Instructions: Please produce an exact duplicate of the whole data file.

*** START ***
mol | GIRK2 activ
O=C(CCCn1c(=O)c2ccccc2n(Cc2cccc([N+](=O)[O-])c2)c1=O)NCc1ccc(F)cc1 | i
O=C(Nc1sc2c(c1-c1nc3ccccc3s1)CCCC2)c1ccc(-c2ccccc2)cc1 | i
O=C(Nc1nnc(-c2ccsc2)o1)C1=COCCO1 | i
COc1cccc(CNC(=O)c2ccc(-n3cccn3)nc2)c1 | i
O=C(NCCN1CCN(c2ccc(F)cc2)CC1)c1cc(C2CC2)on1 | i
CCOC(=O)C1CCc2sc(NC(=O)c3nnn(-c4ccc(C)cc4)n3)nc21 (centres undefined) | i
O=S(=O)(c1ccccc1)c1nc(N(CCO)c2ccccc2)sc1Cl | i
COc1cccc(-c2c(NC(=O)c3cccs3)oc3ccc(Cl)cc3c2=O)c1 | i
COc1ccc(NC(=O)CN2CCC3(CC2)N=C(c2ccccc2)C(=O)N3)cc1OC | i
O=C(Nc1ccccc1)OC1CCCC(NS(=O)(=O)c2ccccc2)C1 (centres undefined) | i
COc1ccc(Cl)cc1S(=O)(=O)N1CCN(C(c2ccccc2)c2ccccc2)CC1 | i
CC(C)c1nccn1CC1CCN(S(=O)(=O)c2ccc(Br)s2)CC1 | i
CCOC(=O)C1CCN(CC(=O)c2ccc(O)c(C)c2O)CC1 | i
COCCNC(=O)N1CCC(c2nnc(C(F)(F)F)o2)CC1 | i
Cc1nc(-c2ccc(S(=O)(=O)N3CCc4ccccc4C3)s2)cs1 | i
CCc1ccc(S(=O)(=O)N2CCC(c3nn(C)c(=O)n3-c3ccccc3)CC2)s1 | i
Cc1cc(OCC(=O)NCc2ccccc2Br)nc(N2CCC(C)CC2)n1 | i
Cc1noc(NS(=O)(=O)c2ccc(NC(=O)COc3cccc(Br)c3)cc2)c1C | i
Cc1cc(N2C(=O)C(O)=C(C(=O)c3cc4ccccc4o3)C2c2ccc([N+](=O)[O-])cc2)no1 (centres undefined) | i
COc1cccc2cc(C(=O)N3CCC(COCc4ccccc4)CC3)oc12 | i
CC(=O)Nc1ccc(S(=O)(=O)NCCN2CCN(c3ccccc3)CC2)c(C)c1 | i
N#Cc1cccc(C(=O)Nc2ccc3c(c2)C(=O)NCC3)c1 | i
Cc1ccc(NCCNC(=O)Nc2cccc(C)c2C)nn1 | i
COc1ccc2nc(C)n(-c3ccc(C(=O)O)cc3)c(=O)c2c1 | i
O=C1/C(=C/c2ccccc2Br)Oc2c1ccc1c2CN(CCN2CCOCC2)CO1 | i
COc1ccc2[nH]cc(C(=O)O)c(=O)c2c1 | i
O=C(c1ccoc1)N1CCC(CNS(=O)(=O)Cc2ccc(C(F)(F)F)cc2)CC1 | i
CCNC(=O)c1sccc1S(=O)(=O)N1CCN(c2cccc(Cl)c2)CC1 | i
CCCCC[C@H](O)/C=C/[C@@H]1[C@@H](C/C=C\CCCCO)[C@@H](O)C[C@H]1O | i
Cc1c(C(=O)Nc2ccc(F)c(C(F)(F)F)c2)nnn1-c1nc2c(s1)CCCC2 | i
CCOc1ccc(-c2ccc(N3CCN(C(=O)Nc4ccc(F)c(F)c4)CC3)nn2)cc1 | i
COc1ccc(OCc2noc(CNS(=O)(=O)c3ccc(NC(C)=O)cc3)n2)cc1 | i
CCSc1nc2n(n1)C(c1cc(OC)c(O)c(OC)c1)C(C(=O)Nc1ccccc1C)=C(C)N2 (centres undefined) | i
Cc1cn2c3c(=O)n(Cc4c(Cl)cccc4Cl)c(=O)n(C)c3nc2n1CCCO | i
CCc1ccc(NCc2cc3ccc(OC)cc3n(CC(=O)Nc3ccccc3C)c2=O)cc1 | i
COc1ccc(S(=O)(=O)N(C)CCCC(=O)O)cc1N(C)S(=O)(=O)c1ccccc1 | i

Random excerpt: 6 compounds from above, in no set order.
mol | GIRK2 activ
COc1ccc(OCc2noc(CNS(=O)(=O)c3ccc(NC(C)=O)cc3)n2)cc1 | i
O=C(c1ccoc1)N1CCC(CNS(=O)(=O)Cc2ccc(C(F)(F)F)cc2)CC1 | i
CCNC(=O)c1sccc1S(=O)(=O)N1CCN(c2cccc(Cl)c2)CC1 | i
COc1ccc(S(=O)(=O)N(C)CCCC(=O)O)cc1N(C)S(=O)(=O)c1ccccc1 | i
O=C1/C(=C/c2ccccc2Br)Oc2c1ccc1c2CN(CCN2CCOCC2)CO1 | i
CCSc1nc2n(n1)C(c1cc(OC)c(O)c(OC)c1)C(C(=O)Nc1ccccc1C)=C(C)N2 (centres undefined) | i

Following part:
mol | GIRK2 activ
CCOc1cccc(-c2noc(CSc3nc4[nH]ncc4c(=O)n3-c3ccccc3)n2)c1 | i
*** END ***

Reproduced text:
mol | GIRK2 activ
O=C(CCCn1c(=O)c2ccccc2n(Cc2cccc([N+](=O)[O-])c2)c1=O)NCc1ccc(F)cc1 | i
O=C(Nc1sc2c(c1-c1nc3ccccc3s1)CCCC2)c1ccc(-c2ccccc2)cc1 | i
O=C(Nc1nnc(-c2ccsc2)o1)C1=COCCO1 | i
COc1cccc(CNC(=O)c2ccc(-n3cccn3)nc2)c1 | i
O=C(NCCN1CCN(c2ccc(F)cc2)CC1)c1cc(C2CC2)on1 | i
CCOC(=O)C1CCc2sc(NC(=O)c3nnn(-c4ccc(C)cc4)n3)nc21 (centres undefined) | i
O=S(=O)(c1ccccc1)c1nc(N(CCO)c2ccccc2)sc1Cl | i
COc1cccc(-c2c(NC(=O)c3cccs3)oc3ccc(Cl)cc3c2=O)c1 | i
COc1ccc(NC(=O)CN2CCC3(CC2)N=C(c2ccccc2)C(=O)N3)cc1OC | i
O=C(Nc1ccccc1)OC1CCCC(NS(=O)(=O)c2ccccc2)C1 (centres undefined) | i
COc1ccc(Cl)cc1S(=O)(=O)N1CCN(C(c2ccccc2)c2ccccc2)CC1 | i
CC(C)c1nccn1CC1CCN(S(=O)(=O)c2ccc(Br)s2)CC1 | i
CCOC(=O)C1CCN(CC(=O)c2ccc(O)c(C)c2O)CC1 | i
COCCNC(=O)N1CCC(c2nnc(C(F)(F)F)o2)CC1 | i
Cc1nc(-c2ccc(S(=O)(=O)N3CCc4ccccc4C3)s2)cs1 | i
CCc1ccc(S(=O)(=O)N2CCC(c3nn(C)c(=O)n3-c3ccccc3)CC2)s1 | i
Cc1cc(OCC(=O)NCc2ccccc2Br)nc(N2CCC(C)CC2)n1 | i
Cc1noc(NS(=O)(=O)c2ccc(NC(=O)COc3cccc(Br)c3)cc2)c1C | i
Cc1cc(N2C(=O)C(O)=C(C(=O)c3cc4ccccc4o3)C2c2ccc([N+](=O)[O-])cc2)no1 (centres undefined) | i
COc1cccc2cc(C(=O)N3CCC(COCc4ccccc4)CC3)oc12 | i
CC(=O)Nc1ccc(S(=O)(=O)NCCN2CCN(c3ccccc3)CC2)c(C)c1 | i
N#Cc1cccc(C(=O)Nc2ccc3c(c2)C(=O)NCC3)c1 | i
Cc1ccc(NCCNC(=O)Nc2cccc(C)c2C)nn1 | i
COc1ccc2nc(C)n(-c3ccc(C(=O)O)cc3)c(=O)c2c1 | i
O=C1/C(=C/c2ccccc2Br)Oc2c1ccc1c2CN(CCN2CCOCC2)CO1 | i
COc1ccc2[nH]cc(C(=O)O)c(=O)c2c1 | i
O=C(c1ccoc1)N1CCC(CNS(=O)(=O)Cc2ccc(C(F)(F)F)cc2)CC1 | i
CCNC(=O)c1sccc1S(=O)(=O)N1CCN(c2cccc(Cl)c2)CC1 | i
CCCCC[C@H](O)/C=C/[C@@H]1[C@@H](C/C=C\CCCCO)[C@@H](O)C[C@H]1O | i
Cc1c(C(=O)Nc2ccc(F)c(C(F)(F)F)c2)nnn1-c1nc2c(s1)CCCC2 | i
CCOc1ccc(-c2ccc(N3CCN(C(=O)Nc4ccc(F)c(F)c4)CC3)nn2)cc1 | i
COc1ccc(OCc2noc(CNS(=O)(=O)c3ccc(NC(C)=O)cc3)n2)cc1 | i
CCSc1nc2n(n1)C(c1cc(OC)c(O)c(OC)c1)C(C(=O)Nc1ccccc1C)=C(C)N2 (centres undefined) | i
Cc1cn2c3c(=O)n(Cc4c(Cl)cccc4Cl)c(=O)n(C)c3nc2n1CCCO | i
CCc1ccc(NCc2cc3ccc(OC)cc3n(CC(=O)Nc3ccccc3C)c2=O)cc1 | i
COc1ccc(S(=O)(=O)N(C)CCCC(=O)O)cc1N(C)S(=O)(=O)c1ccccc1 | i

Random excerpt: 6 compounds from above, in no set order.
mol | GIRK2 activ
COc1ccc(OCc2noc(CNS(=O)(=O)c3ccc(NC(C)=O)cc3)n2)cc1 | i
O=C(c1ccoc1)N1CCC(CNS(=O)(=O)Cc2ccc(C(F)(F)F)cc2)CC1 | i
CCNC(=O)c1sccc1S(=O)(=O)N1CCN(c2cccc(Cl)c2)CC1 | i
COc1ccc(S(=O)(=O)N(C)CCCC(=O)O)cc1N(C)S(=O)(=O)c1ccccc1 | i
O=C1/C(=C/c2ccccc2Br)Oc2c1ccc1c2CN(CCN2CCOCC2)CO1 | i
CCSc1nc2n(n1)C(c1cc(OC)c(O)c(OC)c1)C(C(=O)Nc1ccccc1C)=C(C)N2 (centres undefined) | i

Following part:
mol | GIRK2 activ
CCOc1cccc(-c2noc(CSc3nc4[nH]ncc4c(=O)n3-c3ccccc3)n2)c1 | i